Squirt-shape manufacture is a customized RP process that was developed specifically for the manufacture of prosthetic sockets at Northwestern University (Chicago, IL) [2]. The process is based on FDM technology. A bead of semimolten polypropylene material is extruded onto a platform in a continuous helix, following the contours of the socket design. In this manner, the socket is created layer by layer. The polymer solidifies as it cools and bonds the layers together. Subsequent research raised concerns over the layered nature of the socket and the anisotropic nature of the material [14]. Transtibial sockets manufactured using squirt-shape technology were fitted to three patients in long-term clinical trials. In the most successful case, the socket was used exclusively by an active patient for more than 34 months.

All this research has demonstrated that producing prosthetic sockets directly from 3-D CAD data using RP technology is possible. These sockets may be comparable in terms of comfort, strength, and performance to those manufactured with the use of traditional or CAD/CAM techniques. However, the machines have both high capital and operating costs, and they require special installation and support facilities.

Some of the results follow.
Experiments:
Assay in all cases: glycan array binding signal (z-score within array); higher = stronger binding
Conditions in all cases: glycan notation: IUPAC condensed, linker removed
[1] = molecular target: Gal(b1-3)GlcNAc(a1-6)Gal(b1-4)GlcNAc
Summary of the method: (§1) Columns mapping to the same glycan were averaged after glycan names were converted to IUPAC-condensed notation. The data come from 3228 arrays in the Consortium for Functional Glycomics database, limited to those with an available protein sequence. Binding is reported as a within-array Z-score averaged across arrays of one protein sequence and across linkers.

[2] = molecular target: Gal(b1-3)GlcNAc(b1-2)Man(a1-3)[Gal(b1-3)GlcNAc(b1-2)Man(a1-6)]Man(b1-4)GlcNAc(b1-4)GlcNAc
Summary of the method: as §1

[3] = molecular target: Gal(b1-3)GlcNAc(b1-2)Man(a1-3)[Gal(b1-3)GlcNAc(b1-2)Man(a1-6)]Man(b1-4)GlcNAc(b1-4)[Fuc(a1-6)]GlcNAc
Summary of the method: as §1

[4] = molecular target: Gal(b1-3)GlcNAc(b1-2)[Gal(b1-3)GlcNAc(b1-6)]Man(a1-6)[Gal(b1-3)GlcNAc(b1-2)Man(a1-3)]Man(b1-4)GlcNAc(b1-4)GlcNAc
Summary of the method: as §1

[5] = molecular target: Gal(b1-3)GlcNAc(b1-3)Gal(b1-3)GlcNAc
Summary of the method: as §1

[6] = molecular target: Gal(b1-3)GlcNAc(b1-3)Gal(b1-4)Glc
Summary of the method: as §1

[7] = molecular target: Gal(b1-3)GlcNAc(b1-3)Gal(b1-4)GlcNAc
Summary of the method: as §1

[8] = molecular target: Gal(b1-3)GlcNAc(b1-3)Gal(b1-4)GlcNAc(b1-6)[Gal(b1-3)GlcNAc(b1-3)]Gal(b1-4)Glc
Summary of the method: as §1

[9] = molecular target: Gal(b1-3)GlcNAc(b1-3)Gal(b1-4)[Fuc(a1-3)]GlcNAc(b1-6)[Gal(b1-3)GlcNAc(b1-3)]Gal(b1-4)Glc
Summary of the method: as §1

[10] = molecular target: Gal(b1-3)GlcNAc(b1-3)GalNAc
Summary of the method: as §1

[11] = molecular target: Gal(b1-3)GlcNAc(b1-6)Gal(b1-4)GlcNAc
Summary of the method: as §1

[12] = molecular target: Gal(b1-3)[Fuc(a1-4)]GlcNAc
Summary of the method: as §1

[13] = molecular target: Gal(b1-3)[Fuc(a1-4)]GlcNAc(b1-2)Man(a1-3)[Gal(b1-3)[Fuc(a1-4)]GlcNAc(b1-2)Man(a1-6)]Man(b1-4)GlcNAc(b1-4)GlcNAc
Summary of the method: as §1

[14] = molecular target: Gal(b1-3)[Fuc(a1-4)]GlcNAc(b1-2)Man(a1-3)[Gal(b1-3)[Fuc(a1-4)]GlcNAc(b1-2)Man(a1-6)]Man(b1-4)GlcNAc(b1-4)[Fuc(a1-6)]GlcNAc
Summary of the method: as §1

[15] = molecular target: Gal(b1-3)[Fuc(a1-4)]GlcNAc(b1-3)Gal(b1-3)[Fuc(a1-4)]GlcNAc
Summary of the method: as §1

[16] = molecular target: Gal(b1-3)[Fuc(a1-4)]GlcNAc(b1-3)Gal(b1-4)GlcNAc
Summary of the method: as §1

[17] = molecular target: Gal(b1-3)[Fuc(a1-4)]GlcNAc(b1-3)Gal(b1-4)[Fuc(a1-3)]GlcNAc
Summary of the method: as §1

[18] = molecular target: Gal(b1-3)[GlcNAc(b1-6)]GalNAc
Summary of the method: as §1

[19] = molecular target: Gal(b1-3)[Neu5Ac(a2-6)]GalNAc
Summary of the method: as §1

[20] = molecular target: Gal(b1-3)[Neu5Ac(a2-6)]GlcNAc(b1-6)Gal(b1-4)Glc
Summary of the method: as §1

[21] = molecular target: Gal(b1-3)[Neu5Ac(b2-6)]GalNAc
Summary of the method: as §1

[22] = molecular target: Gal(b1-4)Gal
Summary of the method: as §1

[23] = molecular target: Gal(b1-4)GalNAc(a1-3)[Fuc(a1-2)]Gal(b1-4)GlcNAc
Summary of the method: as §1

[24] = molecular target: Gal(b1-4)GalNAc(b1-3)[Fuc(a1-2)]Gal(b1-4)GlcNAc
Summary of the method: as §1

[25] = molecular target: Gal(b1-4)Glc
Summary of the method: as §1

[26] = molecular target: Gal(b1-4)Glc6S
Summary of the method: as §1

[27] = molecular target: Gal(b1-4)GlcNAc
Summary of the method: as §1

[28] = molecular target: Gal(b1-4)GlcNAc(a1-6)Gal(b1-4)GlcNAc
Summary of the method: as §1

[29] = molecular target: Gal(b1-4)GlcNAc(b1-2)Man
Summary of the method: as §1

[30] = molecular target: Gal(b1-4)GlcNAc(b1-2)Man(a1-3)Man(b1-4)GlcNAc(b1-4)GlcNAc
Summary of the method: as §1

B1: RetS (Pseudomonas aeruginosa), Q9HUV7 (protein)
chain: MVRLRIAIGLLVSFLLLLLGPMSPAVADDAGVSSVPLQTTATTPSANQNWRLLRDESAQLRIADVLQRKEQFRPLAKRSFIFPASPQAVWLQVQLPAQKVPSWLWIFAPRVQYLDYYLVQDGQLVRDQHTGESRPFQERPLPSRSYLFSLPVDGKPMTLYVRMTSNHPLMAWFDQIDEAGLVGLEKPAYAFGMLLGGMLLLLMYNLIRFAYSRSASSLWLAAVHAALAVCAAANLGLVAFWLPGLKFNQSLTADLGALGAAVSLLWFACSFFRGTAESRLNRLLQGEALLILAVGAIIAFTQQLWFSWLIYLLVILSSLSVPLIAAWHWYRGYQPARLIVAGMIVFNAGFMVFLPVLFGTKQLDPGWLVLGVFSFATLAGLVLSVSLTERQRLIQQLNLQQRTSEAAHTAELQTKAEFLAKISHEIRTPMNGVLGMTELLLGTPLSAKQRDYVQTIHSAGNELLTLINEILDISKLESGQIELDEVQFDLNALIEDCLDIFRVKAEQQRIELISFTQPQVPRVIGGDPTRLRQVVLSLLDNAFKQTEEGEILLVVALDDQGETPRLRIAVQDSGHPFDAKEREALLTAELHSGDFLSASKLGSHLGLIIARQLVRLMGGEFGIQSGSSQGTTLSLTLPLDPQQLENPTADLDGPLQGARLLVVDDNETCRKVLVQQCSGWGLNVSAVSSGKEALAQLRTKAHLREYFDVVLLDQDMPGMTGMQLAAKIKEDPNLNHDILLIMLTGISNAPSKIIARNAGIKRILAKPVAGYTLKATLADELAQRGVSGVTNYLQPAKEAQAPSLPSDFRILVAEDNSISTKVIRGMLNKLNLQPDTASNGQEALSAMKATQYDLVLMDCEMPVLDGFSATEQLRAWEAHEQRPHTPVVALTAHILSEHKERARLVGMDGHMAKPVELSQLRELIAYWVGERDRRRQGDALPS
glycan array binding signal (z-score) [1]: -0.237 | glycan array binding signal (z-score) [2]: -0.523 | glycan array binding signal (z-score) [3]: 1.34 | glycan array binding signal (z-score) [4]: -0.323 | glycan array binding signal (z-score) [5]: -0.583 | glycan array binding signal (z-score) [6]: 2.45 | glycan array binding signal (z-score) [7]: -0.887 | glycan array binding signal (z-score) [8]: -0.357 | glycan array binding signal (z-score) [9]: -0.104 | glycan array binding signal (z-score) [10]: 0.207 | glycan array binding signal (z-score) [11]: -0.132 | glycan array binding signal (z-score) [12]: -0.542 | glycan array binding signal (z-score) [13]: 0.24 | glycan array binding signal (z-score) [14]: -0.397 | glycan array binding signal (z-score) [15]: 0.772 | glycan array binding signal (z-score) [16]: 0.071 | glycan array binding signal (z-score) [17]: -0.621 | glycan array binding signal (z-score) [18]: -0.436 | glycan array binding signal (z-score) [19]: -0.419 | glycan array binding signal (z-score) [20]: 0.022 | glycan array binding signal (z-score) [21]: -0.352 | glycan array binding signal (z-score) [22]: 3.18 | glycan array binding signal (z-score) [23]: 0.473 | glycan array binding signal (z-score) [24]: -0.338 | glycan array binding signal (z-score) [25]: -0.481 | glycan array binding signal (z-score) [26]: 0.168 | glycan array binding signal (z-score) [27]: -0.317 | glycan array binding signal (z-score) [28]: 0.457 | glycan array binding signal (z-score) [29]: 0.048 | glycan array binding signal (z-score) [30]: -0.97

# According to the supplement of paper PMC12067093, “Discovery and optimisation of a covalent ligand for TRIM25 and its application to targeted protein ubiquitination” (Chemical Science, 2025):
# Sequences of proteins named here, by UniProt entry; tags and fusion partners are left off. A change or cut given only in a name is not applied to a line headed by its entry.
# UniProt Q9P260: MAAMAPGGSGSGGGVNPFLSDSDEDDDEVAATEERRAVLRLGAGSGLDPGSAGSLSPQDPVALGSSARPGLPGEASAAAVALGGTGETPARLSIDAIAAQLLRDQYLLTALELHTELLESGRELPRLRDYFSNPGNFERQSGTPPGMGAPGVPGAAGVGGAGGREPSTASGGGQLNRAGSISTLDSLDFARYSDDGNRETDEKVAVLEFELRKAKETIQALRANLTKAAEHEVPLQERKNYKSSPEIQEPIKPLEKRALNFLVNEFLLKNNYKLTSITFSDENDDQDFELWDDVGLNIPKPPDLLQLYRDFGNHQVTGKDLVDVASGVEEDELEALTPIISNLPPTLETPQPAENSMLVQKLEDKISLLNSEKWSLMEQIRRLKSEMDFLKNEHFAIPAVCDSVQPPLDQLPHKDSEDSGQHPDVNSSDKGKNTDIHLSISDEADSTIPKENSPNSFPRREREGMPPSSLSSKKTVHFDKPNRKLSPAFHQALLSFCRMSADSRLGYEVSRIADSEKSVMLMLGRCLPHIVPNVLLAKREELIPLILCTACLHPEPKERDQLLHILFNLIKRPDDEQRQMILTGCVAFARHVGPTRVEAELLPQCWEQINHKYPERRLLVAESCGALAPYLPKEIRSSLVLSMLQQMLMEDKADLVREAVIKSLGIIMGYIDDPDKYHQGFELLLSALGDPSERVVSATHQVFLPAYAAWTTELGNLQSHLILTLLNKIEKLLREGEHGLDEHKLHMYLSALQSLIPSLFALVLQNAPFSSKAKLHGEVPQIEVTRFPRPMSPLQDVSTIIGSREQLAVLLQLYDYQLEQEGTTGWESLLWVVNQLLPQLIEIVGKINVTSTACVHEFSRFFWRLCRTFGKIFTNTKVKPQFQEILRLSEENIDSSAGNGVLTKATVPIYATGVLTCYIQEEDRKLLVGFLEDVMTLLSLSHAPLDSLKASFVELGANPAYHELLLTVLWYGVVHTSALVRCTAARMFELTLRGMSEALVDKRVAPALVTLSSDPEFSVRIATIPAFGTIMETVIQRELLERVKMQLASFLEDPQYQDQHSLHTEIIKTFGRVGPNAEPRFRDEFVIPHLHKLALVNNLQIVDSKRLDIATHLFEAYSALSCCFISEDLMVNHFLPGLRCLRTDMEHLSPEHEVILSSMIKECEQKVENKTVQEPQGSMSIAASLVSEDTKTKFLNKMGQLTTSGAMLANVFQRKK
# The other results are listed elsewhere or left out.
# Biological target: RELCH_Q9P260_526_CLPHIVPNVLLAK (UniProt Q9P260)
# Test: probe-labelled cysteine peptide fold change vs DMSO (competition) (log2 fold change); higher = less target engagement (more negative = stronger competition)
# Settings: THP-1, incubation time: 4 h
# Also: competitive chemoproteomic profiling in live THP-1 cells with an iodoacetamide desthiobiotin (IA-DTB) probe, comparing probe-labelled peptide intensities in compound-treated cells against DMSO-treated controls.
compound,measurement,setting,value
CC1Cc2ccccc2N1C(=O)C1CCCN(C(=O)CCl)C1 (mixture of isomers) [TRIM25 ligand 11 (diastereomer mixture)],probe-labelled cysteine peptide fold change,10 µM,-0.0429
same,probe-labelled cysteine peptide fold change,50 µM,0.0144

3-D printing (3DP) creates components from powdered materials, usually starch or gypsum. The process begins by the spreading of a thin layer of powder over a build platform. An inkjet printing head then selectively prints a binder solution onto this layer of powder to form a slice of the 3-D CAD file. Once the layer is complete, the build platform is lowered by a layer thickness and the process repeated until the component is complete. 3DP lacks the accuracy and mechanical properties of such higher-end rapid prototyping systems as stereolithography and SLS. However, the process is attractive because it has low capital and operating costs, and it does not require special facilities for its operation. These qualities have led to 3DP being chosen predominantly as a concept modeling system and to its producing multiple iterations of a design both quickly and economically. Raw 3DP components have poor mechanical properties and are generally unsuitable for handling. However, after production, the components may be infiltrated with wax or a range of resins to improve their strength. With careful resin selection, the mechanical strength of a 3DP component has been shown to increase to an extent that would make it suitable for use in prosthetic devices.